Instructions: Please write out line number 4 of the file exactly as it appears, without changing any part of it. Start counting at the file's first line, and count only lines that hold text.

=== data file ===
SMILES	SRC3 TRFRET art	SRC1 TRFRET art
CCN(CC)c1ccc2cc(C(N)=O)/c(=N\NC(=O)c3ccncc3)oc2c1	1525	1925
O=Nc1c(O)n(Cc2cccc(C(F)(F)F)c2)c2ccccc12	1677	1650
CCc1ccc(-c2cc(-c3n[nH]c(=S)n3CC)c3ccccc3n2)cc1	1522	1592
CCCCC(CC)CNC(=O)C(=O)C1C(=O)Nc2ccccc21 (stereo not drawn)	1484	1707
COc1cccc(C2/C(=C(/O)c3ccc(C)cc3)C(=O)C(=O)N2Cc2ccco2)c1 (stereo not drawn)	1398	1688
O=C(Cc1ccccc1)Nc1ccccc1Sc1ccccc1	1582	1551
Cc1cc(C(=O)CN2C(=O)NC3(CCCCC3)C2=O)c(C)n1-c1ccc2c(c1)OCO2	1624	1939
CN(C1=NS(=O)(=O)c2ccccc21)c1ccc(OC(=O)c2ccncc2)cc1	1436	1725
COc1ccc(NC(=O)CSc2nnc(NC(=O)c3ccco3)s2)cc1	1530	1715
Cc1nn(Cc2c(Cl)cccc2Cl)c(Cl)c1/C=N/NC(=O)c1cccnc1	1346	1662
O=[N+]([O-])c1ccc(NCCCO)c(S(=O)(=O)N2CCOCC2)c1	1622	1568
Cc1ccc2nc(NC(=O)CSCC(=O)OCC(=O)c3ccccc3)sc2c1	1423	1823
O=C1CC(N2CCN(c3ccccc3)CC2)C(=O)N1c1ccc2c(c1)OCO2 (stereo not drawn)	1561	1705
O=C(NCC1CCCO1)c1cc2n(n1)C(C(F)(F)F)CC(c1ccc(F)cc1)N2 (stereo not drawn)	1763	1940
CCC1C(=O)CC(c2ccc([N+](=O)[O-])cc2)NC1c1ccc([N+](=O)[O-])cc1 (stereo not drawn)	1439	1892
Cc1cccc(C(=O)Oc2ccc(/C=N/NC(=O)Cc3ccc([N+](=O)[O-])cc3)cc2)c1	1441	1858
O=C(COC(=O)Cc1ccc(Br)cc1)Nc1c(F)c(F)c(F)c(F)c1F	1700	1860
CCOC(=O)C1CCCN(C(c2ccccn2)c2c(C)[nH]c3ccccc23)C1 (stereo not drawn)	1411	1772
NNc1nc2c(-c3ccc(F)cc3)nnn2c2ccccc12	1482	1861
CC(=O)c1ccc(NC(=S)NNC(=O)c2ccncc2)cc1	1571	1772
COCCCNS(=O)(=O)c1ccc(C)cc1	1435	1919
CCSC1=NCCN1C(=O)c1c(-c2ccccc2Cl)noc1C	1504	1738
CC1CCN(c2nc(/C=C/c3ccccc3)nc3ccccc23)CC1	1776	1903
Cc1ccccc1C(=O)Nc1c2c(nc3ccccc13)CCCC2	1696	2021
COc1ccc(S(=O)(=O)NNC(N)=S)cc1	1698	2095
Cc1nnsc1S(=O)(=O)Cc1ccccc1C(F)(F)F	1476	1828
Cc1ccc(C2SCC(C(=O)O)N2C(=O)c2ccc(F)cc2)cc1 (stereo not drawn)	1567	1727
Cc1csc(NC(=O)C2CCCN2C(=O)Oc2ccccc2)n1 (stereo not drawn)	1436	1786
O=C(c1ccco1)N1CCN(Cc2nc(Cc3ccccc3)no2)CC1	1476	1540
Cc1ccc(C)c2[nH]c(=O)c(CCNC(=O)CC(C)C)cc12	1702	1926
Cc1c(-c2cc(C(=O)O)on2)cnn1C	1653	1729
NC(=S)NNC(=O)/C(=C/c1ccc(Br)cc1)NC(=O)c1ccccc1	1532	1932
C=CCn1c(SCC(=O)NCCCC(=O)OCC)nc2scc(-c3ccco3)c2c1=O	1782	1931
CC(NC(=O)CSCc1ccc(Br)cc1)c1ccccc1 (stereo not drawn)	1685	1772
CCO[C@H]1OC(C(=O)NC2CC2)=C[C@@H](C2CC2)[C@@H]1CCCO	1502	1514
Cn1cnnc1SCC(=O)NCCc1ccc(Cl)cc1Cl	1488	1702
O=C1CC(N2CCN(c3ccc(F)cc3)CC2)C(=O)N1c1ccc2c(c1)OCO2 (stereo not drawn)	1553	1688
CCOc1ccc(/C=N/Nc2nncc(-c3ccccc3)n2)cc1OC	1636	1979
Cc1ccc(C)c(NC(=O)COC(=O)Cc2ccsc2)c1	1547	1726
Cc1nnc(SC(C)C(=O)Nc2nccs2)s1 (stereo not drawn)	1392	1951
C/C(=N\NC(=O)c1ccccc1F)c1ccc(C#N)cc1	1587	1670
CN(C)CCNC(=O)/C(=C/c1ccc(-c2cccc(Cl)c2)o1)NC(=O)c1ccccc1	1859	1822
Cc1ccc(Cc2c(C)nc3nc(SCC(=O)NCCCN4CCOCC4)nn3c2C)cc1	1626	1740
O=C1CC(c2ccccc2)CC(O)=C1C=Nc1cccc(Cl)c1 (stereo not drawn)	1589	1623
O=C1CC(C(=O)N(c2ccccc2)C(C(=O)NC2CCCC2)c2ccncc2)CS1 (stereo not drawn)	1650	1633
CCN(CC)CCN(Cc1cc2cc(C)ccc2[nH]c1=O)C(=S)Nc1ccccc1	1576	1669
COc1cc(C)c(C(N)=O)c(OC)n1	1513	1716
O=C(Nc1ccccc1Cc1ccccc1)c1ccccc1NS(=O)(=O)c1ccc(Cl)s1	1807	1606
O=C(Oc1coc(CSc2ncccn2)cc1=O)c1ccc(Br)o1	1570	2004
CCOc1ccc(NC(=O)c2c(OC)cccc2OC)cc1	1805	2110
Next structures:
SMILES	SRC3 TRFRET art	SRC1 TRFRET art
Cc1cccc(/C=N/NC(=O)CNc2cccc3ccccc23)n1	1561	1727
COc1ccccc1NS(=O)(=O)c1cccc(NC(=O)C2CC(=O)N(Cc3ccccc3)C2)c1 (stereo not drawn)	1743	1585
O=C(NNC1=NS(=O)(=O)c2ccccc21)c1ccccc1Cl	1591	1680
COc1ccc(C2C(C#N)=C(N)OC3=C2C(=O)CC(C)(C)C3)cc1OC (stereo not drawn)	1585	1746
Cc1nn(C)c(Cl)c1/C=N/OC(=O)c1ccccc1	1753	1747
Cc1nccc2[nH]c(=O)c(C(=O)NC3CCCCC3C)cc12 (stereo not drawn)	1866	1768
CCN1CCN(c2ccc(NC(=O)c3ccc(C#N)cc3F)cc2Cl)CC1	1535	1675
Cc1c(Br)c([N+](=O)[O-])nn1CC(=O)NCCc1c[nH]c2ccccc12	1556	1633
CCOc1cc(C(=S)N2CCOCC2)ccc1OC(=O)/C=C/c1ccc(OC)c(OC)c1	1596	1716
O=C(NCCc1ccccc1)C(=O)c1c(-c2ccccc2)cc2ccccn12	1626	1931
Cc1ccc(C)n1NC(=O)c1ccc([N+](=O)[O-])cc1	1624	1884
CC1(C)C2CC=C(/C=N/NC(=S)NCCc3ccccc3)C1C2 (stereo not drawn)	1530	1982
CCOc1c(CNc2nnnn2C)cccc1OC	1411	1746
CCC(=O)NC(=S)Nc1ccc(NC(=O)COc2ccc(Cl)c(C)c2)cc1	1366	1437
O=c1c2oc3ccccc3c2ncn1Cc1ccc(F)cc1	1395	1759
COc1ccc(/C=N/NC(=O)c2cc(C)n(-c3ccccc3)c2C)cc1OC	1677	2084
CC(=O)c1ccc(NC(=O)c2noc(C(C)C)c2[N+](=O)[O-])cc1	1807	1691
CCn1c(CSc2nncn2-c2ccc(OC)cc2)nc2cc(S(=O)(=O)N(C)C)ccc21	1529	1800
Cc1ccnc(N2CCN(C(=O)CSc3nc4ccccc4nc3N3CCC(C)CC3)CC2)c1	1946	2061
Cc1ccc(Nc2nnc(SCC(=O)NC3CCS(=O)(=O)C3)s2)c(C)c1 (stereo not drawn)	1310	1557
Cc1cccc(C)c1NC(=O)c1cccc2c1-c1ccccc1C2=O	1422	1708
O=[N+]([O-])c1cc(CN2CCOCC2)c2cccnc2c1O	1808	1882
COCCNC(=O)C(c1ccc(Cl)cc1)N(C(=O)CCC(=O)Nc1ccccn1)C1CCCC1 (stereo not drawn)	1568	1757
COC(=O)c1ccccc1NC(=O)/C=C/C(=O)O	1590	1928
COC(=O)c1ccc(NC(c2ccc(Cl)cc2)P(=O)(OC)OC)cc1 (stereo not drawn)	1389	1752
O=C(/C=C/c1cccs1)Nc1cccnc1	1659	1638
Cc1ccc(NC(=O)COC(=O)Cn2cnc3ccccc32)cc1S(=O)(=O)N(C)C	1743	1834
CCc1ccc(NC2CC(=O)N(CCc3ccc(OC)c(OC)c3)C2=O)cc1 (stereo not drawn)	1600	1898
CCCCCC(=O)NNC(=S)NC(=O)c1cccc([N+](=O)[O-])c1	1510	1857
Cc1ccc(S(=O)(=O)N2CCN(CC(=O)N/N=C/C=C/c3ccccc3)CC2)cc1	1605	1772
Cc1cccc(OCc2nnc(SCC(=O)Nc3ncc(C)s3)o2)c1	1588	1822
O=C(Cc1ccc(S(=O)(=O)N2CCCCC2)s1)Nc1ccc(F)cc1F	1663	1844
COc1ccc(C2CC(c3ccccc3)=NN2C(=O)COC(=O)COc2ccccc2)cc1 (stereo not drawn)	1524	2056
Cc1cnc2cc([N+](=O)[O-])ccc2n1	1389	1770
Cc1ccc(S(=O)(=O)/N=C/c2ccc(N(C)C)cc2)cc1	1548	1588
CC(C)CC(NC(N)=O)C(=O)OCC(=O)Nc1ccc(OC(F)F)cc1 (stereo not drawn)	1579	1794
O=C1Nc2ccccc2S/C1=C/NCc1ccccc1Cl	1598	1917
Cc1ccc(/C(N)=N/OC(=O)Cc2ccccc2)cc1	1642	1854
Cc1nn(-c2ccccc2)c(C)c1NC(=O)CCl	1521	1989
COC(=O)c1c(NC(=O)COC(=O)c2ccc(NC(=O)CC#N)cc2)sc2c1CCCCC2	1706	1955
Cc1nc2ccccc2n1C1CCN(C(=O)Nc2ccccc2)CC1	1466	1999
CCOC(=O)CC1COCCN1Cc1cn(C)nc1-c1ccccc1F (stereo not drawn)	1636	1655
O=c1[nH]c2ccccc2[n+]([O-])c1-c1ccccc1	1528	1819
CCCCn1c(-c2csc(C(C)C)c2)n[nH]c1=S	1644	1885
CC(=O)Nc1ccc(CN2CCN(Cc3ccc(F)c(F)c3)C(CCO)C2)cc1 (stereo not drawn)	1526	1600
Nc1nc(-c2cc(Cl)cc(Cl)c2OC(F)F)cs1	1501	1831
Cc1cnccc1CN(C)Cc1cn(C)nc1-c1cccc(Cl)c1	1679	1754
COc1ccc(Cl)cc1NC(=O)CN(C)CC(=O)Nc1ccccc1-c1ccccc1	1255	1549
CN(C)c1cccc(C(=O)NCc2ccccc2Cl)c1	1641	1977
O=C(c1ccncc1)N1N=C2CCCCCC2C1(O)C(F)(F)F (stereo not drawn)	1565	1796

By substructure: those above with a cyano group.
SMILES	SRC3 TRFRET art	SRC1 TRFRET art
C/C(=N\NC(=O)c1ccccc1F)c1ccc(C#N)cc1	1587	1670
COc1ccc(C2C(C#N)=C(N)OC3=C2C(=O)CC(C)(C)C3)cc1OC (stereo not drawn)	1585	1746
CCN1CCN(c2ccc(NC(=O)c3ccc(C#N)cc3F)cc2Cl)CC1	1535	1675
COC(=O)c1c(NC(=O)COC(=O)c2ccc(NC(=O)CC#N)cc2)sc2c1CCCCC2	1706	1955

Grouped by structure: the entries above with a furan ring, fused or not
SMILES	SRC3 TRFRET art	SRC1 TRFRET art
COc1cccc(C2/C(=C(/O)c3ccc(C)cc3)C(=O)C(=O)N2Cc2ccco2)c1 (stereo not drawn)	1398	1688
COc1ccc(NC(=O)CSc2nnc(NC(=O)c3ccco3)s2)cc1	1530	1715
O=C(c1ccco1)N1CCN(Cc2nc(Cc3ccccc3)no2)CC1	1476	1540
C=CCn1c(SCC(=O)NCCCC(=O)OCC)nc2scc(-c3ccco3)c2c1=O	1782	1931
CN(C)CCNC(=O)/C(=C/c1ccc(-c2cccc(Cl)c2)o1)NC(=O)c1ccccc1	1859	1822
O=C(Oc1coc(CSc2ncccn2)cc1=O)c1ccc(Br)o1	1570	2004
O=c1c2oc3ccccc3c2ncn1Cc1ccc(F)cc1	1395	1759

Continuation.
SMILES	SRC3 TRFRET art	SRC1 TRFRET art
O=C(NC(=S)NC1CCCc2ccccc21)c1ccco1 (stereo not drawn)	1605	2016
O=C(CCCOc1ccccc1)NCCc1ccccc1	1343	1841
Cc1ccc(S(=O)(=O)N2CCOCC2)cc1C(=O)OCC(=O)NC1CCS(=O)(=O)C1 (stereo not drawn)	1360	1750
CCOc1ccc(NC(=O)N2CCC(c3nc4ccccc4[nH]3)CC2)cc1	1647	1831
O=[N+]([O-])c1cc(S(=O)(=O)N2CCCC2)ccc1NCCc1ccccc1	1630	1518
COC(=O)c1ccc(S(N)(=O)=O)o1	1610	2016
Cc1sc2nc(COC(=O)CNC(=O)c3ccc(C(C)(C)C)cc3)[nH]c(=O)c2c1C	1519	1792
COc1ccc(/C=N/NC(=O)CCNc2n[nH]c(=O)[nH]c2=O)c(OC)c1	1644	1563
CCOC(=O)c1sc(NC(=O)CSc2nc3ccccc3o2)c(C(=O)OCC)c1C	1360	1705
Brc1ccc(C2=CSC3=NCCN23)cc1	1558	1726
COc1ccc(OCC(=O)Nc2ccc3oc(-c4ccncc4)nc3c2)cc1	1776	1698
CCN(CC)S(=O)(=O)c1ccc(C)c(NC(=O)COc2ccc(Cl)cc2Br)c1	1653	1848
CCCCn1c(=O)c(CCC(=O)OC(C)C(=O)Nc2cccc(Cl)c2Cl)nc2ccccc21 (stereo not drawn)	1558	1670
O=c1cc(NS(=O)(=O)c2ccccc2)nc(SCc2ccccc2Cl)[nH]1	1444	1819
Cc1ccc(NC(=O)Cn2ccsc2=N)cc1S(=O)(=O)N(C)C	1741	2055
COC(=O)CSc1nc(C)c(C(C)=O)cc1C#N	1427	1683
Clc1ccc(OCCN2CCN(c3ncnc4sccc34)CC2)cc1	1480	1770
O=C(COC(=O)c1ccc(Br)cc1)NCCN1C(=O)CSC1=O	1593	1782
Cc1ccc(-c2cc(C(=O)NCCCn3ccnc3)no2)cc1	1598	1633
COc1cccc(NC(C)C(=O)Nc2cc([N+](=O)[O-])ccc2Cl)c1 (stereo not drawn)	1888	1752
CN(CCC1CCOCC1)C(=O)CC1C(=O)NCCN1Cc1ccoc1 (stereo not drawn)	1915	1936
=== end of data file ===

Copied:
CCc1ccc(-c2cc(-c3n[nH]c(=S)n3CC)c3ccccc3n2)cc1	1522	1592